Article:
FUEL FOR THOUGHT
By now, the cold snap and the ‘Bomb Cyclone’ that hit in early January is out of everyone’s minds but it’s important and timely for Connecticut residents to understand what happened to the energy sector during this time as the state just released their final Comprehensive Energy Strategy (CES). The CES, which is prepared by the DEEP, is to act as a roadmap for policy makers in regards to state energy programs and policies over the next several years.
The main focus of the CES is to switch much of the heating and transportation sectors towards electricity as a way to reduce greenhouse gases. This means switching heating systems from fossil fuels to electric heat pumps and advancing electric vehicle infrastructure throughout the state.
With an emphasis on electricity as a way to reduce fossil fuel usage, it seems ironic that the plan makes no mention or proposed action towards the fact that electricity is produced by fossil fuels – currently mostly natural gas. And if you consistently read our bulletins, you already know that natural gas produces more greenhouse gas emissions than Bioheat heating oil. But more importantly, when the temperatures dropped in January and the price of natural gas spiked, where did the power plants turn to generate electricity? To oil!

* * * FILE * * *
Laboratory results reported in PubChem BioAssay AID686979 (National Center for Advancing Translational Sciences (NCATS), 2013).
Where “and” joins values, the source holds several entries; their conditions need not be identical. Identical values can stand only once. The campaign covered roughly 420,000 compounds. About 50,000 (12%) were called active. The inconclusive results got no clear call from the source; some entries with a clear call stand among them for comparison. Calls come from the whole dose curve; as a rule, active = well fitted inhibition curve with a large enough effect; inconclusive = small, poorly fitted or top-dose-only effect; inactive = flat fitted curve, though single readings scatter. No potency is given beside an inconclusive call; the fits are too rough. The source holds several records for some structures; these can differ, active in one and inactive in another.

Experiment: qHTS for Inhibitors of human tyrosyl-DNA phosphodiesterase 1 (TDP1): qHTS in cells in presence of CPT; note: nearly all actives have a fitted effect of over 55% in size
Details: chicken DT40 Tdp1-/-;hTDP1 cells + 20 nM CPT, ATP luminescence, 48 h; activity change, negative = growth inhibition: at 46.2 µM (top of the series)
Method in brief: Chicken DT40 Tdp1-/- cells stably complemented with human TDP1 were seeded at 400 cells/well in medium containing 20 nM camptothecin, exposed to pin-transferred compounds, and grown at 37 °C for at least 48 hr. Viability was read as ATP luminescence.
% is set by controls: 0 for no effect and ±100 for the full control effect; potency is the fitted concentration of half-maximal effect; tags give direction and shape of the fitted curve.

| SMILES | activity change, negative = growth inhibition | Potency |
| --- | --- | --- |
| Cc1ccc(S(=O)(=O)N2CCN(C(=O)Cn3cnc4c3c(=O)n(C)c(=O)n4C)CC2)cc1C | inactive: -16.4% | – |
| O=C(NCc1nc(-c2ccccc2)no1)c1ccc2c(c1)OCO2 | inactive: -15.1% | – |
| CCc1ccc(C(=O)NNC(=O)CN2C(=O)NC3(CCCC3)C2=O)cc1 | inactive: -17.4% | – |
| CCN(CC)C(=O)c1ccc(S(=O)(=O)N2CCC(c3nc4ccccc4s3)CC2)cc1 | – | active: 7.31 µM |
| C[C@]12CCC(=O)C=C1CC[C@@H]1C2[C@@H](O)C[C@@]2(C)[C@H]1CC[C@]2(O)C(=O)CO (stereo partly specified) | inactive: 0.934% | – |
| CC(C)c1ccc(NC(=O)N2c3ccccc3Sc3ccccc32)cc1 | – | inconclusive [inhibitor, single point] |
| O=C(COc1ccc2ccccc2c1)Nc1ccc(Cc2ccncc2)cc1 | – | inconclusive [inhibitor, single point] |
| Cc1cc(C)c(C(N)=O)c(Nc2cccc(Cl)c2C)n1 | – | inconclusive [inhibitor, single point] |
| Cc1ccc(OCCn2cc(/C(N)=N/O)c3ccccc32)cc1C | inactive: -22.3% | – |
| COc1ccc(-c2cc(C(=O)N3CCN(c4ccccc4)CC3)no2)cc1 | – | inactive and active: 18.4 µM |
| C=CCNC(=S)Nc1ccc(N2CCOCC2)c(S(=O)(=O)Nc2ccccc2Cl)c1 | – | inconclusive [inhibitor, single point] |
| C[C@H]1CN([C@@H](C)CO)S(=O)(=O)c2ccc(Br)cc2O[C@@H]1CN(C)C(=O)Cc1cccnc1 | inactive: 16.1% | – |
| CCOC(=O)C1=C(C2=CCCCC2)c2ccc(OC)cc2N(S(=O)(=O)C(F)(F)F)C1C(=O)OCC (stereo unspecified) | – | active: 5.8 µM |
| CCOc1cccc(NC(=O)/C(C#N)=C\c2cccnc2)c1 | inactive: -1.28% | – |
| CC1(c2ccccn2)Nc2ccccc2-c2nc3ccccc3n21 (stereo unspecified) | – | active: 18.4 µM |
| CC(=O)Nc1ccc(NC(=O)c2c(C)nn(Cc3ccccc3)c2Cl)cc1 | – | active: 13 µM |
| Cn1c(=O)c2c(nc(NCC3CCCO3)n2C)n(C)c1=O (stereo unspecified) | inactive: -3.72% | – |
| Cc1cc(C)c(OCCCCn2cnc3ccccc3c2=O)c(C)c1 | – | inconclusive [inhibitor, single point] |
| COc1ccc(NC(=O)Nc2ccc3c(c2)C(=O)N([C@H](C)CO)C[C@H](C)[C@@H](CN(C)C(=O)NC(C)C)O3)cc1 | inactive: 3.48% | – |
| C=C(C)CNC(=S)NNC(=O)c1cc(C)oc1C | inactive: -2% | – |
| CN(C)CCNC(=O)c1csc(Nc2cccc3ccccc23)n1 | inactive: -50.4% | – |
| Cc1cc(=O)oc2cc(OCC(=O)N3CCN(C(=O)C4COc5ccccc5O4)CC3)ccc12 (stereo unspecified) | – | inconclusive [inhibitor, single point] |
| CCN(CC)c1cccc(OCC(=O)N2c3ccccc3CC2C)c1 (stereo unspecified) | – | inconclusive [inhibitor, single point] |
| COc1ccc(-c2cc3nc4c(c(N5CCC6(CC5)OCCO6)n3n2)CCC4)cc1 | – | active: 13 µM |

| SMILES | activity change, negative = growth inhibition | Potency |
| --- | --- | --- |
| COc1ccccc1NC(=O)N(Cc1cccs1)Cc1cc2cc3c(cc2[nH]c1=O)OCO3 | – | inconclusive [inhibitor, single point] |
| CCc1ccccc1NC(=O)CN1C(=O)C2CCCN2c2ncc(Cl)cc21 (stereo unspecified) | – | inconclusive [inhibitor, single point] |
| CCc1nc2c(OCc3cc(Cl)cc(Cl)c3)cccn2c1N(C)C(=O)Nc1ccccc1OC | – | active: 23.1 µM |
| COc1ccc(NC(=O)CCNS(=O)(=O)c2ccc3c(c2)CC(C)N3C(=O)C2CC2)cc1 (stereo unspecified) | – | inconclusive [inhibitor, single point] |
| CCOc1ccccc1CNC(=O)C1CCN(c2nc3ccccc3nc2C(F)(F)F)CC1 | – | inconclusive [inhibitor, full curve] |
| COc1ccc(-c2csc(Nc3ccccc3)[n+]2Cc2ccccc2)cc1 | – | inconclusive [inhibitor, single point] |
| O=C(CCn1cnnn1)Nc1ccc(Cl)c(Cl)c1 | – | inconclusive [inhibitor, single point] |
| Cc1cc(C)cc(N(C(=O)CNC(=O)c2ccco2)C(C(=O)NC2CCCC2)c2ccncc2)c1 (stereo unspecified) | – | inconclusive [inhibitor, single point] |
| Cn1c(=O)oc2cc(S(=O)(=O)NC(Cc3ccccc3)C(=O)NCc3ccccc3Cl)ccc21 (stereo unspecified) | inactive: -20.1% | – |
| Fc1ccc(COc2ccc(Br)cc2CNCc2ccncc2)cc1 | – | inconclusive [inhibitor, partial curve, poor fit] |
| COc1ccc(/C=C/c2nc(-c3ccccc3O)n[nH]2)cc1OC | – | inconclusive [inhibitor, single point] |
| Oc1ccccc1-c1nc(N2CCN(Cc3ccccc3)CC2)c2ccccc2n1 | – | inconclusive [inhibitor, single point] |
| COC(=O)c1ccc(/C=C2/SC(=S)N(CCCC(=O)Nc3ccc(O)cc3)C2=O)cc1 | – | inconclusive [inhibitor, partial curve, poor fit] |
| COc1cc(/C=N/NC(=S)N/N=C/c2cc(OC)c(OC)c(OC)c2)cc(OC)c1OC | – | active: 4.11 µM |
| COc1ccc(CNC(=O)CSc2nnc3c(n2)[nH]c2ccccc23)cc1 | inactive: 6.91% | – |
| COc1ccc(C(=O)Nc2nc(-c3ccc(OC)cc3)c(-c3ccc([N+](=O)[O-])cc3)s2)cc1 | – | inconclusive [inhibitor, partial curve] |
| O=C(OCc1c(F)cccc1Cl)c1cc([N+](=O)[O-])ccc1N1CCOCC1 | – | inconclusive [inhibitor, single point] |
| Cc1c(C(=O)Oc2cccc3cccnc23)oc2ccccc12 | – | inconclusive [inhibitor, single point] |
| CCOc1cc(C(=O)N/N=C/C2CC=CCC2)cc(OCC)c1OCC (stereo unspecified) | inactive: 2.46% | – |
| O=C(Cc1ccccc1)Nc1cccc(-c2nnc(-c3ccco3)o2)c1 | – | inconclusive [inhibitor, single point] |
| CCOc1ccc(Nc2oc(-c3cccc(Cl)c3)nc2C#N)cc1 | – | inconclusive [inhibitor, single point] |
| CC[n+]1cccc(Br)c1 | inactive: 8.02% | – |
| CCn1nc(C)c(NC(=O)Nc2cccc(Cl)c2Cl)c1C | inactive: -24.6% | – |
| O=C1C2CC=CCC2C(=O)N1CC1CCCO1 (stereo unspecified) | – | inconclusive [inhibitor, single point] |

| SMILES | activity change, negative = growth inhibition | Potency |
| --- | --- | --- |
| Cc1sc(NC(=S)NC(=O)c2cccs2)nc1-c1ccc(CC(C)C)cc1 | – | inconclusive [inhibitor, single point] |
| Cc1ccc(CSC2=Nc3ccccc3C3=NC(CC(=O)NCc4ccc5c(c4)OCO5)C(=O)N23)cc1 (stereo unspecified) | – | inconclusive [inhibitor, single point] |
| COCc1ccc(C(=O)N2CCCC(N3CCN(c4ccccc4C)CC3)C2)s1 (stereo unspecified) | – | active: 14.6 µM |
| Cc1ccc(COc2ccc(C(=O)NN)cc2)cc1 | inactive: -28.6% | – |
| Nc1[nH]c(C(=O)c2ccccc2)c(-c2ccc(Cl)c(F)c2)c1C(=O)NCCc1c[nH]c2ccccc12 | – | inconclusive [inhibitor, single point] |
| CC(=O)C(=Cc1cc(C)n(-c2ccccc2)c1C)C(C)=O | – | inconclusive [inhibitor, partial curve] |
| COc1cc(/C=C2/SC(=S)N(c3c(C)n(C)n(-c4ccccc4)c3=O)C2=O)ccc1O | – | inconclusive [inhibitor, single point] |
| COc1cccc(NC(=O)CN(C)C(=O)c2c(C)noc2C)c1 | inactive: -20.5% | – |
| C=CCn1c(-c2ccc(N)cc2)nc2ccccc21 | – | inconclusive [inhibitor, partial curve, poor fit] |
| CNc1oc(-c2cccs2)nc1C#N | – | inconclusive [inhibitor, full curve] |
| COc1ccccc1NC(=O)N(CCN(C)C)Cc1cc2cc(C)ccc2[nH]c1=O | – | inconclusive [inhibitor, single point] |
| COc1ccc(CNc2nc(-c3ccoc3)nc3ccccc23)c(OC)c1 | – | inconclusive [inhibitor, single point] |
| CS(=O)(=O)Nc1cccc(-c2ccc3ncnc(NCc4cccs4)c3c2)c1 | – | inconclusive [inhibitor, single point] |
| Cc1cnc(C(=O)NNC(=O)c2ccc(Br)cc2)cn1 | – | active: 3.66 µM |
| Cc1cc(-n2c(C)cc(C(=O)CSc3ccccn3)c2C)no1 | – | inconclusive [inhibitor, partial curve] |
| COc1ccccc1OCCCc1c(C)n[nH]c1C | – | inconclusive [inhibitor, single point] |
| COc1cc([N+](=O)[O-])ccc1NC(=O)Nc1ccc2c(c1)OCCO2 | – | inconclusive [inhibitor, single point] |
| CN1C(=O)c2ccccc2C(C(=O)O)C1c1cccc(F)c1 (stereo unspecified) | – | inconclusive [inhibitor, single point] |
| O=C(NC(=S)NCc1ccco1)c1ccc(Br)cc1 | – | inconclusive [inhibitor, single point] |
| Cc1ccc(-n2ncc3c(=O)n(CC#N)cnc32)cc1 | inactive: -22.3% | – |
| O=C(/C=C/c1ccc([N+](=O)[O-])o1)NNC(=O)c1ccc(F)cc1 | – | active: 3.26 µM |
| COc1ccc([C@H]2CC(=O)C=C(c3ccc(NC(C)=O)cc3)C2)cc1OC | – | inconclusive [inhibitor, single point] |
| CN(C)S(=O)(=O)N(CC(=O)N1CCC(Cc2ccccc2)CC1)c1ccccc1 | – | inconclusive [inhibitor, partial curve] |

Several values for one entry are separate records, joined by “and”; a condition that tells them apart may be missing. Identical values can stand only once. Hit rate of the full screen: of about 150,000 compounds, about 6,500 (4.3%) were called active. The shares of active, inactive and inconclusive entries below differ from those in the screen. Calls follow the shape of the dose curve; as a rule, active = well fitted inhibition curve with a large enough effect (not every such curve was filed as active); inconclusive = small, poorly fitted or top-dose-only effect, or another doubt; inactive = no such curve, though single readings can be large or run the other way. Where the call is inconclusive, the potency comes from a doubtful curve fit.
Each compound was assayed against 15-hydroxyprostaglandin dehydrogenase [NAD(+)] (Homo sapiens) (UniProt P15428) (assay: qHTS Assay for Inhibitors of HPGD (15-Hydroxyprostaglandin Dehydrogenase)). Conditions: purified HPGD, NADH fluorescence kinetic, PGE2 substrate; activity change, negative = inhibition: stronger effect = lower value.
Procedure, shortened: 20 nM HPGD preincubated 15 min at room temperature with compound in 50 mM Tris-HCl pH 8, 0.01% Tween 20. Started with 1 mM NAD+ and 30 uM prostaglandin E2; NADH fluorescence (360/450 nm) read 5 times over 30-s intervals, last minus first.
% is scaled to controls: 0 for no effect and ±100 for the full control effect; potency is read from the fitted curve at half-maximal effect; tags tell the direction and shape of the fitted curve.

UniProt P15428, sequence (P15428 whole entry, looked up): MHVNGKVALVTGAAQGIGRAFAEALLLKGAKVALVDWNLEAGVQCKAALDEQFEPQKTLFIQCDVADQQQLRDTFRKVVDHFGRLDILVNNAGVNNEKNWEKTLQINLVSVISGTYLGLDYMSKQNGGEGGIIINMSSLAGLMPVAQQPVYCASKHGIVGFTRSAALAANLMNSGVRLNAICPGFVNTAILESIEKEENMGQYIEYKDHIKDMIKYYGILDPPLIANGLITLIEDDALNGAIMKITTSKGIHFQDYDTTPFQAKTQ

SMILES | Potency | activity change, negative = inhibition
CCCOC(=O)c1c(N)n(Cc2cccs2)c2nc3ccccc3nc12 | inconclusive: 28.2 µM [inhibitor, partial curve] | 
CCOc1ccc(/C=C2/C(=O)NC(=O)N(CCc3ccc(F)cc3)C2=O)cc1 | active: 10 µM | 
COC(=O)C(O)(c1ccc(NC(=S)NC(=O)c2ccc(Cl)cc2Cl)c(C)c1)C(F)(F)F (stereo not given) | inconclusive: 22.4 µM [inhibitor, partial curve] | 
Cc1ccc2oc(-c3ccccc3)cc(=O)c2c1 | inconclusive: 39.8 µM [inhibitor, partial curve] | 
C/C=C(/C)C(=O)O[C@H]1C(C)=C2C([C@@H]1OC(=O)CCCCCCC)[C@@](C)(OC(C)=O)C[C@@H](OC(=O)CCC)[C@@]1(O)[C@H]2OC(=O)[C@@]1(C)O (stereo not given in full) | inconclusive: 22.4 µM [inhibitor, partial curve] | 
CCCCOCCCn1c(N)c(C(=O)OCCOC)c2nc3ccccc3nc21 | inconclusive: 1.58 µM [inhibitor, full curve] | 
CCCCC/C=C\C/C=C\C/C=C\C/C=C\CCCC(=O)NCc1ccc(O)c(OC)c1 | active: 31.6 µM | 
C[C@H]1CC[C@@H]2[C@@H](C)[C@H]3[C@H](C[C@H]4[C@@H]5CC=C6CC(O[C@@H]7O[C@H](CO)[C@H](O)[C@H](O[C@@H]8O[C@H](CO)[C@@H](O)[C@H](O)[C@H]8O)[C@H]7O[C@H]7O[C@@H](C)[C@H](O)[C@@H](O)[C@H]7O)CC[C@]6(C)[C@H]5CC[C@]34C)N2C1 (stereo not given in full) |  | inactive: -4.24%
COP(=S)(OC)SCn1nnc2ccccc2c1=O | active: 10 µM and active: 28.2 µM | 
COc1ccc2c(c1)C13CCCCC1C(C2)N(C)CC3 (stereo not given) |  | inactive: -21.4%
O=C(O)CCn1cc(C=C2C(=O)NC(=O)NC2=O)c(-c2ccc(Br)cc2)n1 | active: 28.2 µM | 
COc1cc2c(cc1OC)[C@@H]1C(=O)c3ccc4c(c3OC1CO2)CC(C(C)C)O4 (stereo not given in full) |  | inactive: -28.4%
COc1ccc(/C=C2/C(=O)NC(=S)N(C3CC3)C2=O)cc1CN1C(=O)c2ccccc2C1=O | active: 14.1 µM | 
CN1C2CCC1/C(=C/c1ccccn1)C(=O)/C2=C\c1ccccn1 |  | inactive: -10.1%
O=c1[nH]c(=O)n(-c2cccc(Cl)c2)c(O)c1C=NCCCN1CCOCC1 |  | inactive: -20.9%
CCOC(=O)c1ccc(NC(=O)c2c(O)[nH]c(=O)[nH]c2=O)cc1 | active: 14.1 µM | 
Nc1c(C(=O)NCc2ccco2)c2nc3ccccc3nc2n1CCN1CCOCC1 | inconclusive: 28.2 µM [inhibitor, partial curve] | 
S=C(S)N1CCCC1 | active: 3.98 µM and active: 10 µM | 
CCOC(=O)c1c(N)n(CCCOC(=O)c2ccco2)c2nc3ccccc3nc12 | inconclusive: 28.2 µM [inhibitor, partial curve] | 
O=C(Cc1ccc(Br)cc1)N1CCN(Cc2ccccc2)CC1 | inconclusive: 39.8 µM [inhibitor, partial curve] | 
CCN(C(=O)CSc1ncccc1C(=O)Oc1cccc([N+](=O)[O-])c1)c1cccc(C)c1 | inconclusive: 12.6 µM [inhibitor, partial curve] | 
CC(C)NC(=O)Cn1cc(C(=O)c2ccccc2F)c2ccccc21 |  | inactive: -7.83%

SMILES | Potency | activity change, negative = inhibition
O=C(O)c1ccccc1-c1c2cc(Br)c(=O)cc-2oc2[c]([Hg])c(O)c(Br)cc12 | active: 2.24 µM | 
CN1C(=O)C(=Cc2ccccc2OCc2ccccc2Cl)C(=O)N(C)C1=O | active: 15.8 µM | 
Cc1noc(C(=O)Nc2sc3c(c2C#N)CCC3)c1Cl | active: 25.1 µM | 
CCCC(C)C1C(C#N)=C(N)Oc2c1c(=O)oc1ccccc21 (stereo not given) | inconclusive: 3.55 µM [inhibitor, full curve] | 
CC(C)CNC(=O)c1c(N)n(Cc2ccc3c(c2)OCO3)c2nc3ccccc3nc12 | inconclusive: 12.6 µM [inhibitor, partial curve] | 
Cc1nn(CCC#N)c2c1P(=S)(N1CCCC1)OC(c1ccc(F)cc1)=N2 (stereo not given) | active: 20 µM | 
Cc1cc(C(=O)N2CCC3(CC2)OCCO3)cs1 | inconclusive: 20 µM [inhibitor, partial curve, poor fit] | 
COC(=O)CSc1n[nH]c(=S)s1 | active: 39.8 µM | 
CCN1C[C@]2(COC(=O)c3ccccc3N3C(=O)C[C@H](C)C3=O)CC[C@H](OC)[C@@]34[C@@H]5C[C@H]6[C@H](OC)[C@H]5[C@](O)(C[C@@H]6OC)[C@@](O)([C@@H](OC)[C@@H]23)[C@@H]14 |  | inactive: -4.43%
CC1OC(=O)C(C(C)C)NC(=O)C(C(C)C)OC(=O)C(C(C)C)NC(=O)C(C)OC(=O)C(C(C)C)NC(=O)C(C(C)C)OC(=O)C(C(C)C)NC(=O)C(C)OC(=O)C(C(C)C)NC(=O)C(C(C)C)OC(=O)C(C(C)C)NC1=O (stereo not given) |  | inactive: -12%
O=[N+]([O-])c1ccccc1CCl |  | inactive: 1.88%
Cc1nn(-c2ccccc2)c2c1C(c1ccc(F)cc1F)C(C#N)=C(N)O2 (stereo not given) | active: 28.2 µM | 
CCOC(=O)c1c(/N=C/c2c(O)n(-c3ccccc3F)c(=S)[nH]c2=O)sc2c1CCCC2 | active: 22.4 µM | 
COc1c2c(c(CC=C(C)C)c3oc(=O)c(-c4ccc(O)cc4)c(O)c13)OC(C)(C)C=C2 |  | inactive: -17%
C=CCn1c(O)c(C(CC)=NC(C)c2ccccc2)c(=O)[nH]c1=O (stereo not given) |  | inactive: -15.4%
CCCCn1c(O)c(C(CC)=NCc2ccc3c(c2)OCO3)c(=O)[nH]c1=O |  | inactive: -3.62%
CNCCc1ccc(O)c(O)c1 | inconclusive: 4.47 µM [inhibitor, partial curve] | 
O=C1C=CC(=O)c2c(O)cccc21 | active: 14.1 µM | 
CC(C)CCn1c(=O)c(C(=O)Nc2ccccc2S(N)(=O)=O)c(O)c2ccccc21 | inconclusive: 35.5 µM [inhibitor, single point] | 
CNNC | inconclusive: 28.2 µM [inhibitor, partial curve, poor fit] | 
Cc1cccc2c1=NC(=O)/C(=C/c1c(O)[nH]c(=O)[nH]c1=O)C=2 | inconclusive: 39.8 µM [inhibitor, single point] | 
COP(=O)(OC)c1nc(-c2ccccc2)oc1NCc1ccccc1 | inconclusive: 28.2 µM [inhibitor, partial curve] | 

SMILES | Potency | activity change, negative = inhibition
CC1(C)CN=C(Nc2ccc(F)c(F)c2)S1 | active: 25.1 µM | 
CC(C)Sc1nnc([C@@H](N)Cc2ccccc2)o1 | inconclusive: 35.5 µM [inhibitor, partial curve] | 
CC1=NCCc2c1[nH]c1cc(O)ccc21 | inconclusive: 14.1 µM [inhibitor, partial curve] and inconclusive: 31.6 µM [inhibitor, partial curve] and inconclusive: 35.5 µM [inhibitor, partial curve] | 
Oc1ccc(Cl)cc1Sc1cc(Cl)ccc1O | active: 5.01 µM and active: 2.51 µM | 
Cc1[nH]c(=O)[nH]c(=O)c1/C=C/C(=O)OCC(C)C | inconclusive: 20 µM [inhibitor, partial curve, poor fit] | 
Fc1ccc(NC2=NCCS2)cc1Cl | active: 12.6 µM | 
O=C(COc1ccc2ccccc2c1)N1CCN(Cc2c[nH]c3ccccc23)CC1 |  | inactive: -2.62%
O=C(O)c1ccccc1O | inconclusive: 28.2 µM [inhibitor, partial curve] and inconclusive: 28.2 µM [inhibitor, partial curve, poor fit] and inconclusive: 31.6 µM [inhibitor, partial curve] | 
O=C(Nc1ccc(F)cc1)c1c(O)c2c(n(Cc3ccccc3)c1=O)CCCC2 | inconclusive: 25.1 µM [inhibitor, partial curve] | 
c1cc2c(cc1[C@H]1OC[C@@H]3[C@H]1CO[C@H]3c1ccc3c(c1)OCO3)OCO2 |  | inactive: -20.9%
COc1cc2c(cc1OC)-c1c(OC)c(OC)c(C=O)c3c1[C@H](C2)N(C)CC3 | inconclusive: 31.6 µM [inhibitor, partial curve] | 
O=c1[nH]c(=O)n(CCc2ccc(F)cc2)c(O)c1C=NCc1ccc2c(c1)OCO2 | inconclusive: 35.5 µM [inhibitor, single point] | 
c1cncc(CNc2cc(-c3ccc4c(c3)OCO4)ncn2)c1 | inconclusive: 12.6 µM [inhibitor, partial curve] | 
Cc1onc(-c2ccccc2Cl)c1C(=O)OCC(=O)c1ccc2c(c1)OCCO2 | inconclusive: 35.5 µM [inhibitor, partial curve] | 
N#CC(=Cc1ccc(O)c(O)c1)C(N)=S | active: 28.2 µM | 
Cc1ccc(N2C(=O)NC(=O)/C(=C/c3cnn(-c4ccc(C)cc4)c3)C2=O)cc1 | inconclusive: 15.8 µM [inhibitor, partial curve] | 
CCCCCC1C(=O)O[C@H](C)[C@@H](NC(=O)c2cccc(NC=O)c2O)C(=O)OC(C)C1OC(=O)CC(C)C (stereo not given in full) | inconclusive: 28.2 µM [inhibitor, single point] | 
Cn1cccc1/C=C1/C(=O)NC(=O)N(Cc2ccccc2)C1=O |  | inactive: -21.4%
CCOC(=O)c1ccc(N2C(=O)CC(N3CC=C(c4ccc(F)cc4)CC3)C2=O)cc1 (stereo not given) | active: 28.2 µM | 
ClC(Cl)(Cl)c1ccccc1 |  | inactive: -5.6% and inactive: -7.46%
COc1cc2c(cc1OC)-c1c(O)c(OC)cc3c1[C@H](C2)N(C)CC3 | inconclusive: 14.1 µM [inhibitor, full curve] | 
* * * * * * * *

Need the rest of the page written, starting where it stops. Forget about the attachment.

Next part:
During a normal period, oil makes up less than 1% of the electricity generated in Connecticut, during the cold snap, it represented nearly 40% which diverted millions of gallons from homes. And this is certainly not a new concept, in fact, many large natural gas customers like power plants are actually incentivized during periods of high demand to switch to alternative fuel sources. This practice can wreak havoc on supply and inflate prices which falls back on consumers and local fuel companies.
Our number one goal is to provide the best service to our customers no matter what the market conditions are. We also strive to educate our customers in all facets of energy so they can make informed decisions. If you are interested in reading more on the Connecticut CES, visit ct.gov/deep.